Sure, the past performance is not a guarantee of future gains (or losses). But it’s worth noting that it’s unlikely this newly minted trend will reverse anytime soon. The world is increasingly relying on technology.

Big Names in Consumer Securities

When it comes to big names in consumer securities, we’ve already listed a few – Apple, Coca-Cola, and General Mills among them. And while Chegg isn’t an enormous company, we thought it worth including due to the massive shift in online learning over the last year.

Big Names in Consumer Stocks

Now, let’s take a closer look at some of the biggest names in consumer investments (and their 2020 performance):

  • Apple, Inc. is a behemoth among consumer discretionary stocks with a market cap of $2.22 trillion. The stock started 2020 at $74 a share before plummeting to just under $56 per in mid-March – and ended the year on a $135 high.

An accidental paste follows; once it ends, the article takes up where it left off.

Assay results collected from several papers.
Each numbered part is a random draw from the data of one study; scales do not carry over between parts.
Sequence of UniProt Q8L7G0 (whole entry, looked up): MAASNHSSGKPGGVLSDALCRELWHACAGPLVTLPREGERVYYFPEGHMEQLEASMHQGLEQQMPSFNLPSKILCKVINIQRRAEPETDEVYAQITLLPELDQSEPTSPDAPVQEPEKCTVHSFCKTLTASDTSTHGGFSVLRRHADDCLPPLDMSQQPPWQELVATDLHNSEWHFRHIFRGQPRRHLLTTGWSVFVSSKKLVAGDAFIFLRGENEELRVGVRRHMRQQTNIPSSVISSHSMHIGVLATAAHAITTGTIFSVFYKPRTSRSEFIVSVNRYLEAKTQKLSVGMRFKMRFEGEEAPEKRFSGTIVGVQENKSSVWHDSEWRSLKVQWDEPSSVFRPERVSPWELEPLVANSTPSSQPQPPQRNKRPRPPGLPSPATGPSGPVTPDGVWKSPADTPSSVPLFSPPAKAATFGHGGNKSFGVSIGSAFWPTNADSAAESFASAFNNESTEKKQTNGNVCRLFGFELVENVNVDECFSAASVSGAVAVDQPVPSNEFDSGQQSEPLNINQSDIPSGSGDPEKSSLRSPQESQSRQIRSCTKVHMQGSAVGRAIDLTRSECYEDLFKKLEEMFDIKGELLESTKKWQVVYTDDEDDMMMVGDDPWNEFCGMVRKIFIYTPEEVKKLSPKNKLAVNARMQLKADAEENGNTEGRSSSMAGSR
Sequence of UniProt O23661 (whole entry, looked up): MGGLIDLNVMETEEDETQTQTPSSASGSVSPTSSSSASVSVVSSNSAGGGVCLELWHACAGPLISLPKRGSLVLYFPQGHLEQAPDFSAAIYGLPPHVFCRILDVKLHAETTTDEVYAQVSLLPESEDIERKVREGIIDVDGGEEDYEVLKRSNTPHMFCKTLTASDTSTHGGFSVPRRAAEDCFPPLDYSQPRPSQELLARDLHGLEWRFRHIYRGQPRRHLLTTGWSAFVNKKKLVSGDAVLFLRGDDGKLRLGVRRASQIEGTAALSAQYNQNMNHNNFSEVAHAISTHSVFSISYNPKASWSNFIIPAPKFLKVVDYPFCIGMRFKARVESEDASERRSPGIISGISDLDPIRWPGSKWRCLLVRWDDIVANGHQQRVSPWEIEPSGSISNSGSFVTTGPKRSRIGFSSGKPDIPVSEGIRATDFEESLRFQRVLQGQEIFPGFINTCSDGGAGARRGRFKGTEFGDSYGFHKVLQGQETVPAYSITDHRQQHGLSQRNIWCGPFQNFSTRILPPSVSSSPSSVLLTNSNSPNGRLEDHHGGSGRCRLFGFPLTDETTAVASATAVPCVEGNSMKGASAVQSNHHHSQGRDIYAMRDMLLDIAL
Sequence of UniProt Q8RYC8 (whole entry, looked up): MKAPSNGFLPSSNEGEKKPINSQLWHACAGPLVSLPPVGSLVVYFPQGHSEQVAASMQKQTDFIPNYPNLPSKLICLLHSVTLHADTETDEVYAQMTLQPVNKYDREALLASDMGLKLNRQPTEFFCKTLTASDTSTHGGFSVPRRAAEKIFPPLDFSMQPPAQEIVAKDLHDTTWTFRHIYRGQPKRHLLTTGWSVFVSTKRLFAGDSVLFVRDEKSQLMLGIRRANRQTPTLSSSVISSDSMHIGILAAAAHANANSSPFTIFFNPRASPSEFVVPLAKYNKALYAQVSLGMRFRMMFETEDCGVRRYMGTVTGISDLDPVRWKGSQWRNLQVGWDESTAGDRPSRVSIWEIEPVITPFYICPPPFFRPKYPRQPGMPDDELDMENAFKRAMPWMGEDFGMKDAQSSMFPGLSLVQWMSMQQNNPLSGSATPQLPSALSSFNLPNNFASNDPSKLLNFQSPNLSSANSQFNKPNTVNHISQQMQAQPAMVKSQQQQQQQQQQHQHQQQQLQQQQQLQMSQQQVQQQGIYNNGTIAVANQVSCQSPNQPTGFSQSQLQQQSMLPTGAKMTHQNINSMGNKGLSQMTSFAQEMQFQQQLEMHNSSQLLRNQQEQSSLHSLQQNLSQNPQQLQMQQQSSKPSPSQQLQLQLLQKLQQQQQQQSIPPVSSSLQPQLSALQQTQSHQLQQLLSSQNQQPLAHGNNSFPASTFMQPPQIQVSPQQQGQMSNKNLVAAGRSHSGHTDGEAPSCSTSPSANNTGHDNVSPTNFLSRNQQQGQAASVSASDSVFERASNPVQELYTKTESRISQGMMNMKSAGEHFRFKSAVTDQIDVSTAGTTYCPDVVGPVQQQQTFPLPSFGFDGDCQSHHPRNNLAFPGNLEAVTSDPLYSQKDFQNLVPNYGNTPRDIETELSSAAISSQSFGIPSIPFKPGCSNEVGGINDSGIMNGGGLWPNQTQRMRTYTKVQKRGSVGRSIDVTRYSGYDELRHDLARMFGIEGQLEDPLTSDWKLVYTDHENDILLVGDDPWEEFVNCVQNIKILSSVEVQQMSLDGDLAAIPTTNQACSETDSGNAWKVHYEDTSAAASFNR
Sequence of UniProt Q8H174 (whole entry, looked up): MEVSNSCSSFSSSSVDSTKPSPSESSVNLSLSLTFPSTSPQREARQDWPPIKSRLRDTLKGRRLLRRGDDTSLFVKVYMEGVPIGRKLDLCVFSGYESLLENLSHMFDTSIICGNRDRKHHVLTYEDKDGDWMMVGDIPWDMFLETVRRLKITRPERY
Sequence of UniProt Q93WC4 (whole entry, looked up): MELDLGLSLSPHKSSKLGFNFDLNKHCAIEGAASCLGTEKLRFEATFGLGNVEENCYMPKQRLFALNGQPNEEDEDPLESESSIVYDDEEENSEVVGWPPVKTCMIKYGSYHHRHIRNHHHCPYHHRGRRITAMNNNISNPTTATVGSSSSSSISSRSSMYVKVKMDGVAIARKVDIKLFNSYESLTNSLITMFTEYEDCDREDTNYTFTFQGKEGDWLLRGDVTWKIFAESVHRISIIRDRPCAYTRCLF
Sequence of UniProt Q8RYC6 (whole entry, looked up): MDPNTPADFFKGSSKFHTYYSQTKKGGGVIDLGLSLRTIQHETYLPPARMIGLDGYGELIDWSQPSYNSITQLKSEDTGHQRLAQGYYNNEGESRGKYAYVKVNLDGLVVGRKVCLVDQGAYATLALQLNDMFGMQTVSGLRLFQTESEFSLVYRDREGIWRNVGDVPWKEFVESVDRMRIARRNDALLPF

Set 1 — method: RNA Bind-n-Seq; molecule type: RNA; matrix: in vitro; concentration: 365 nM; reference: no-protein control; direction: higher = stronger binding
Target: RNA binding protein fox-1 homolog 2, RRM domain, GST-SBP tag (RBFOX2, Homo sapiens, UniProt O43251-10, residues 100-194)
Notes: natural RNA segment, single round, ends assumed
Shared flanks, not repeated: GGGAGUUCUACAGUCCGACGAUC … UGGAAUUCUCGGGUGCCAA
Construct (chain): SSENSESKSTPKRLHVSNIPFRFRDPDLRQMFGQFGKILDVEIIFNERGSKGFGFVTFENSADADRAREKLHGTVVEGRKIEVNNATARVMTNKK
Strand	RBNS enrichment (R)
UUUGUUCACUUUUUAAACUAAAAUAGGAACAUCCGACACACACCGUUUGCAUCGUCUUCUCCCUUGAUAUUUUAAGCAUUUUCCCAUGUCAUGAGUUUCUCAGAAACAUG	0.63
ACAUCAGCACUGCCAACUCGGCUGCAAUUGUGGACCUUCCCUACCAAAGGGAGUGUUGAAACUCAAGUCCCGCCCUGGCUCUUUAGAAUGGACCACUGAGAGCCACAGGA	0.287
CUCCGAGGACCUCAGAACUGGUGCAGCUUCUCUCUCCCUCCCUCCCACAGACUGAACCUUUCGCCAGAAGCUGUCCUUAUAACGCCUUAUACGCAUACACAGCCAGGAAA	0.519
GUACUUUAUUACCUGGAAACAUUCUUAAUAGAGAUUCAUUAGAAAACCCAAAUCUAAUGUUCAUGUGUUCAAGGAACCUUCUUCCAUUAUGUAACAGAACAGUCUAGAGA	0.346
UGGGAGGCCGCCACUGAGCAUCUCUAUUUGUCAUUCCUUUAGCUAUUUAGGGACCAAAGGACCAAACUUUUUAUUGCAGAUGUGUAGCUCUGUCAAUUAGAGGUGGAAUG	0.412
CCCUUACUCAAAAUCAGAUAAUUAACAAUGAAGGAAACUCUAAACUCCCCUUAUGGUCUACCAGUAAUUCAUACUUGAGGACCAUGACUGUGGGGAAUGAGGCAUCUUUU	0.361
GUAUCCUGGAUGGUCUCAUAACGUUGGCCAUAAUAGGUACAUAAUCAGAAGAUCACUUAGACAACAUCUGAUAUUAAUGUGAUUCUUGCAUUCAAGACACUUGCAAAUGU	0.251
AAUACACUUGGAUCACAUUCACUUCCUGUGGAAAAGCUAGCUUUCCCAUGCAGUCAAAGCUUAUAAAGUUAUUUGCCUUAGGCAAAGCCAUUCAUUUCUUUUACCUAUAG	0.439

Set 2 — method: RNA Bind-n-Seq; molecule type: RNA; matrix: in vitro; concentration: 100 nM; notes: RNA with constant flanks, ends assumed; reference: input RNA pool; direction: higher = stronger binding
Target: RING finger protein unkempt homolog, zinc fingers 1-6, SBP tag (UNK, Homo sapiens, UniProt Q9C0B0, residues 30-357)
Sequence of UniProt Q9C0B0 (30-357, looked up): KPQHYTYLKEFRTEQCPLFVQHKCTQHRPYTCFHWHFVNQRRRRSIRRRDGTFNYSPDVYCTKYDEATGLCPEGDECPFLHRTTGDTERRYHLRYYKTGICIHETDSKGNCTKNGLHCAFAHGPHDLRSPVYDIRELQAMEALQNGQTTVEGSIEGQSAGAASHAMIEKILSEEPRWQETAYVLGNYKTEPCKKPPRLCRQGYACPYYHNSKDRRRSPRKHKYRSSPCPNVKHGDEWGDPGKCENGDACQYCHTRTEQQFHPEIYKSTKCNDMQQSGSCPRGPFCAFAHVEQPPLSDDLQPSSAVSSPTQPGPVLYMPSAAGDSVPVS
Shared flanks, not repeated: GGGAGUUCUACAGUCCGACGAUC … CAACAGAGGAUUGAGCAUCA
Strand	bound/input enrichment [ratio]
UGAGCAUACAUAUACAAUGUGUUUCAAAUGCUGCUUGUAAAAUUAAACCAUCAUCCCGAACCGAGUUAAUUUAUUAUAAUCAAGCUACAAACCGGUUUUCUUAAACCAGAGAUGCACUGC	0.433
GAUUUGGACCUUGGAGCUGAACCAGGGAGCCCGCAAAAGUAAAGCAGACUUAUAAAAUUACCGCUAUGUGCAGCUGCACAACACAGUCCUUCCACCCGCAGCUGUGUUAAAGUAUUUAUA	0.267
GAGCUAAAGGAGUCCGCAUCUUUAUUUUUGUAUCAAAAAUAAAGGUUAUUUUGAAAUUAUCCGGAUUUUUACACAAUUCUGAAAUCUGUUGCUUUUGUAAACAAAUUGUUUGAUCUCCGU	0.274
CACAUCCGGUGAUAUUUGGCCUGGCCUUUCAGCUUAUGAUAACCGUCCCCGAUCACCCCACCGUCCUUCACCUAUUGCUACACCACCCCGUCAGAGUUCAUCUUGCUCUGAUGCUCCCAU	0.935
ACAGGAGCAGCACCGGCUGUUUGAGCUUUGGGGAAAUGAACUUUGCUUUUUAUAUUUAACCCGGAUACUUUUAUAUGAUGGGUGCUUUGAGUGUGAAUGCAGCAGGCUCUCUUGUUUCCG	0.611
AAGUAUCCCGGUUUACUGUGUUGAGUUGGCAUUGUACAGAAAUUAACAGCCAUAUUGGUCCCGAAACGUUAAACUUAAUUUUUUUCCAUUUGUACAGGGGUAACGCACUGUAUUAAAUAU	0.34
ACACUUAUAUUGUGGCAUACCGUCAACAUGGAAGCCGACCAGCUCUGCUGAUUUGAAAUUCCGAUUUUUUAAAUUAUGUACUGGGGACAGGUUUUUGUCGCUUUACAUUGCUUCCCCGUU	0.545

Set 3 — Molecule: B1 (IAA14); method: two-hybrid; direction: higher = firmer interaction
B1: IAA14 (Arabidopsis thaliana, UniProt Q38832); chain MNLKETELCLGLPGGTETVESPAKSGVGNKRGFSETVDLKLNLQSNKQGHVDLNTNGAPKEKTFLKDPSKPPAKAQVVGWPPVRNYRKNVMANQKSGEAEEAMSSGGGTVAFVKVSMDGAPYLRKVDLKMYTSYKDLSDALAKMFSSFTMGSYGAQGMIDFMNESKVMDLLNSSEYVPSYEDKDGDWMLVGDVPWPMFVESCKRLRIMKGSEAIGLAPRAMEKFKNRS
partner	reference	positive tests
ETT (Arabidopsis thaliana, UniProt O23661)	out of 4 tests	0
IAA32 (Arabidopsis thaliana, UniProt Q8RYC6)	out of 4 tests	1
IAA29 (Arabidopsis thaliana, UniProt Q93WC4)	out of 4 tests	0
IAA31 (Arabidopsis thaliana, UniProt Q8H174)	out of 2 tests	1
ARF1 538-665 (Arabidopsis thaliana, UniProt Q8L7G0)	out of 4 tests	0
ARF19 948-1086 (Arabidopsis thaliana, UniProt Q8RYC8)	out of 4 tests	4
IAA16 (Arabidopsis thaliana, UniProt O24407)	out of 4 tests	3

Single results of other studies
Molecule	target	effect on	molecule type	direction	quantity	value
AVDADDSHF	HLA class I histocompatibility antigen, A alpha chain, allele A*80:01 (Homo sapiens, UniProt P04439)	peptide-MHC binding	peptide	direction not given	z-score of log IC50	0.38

• Coca-Cola Co commands a health $229 billion market cap in the consumer staple market. The beverage corporation began 2020 at $55 and ended at $54 after hitting a $36 low in the interim.
  • Chegg, Inc. is an up-and-coming discretionary stock with a sizeable market cap of $12.5 billion. It began 2020 at a piddly $38 – and doubled to $89 and change in eight months, more than bouncing back from its $26 mid-March low.
  • General Mills, Inc. is worth just under $37 billion in shares, despite coming out just $6 up between January and December 2020 (from $53 to $59). Still, it outperformed Coca-Cola!
  • Procter & Gamble Co owns dozens of brands, including Crest, Gillette, and Dawn, and is worth nearly $334 billion as a consumer staple stock. PG started 2020 at a healthy $124.50 per share and ended just under $139 – after rebounding from a March low of $94.
  • Best Buy Co., Inc. is one of 2020’s success stories. As a brick-and-mortar electronics retailer, they saw their market cap grow to $30 billion, with shares jumping from $88 to over $101 in the midst of a pandemic, over double their March low of $48.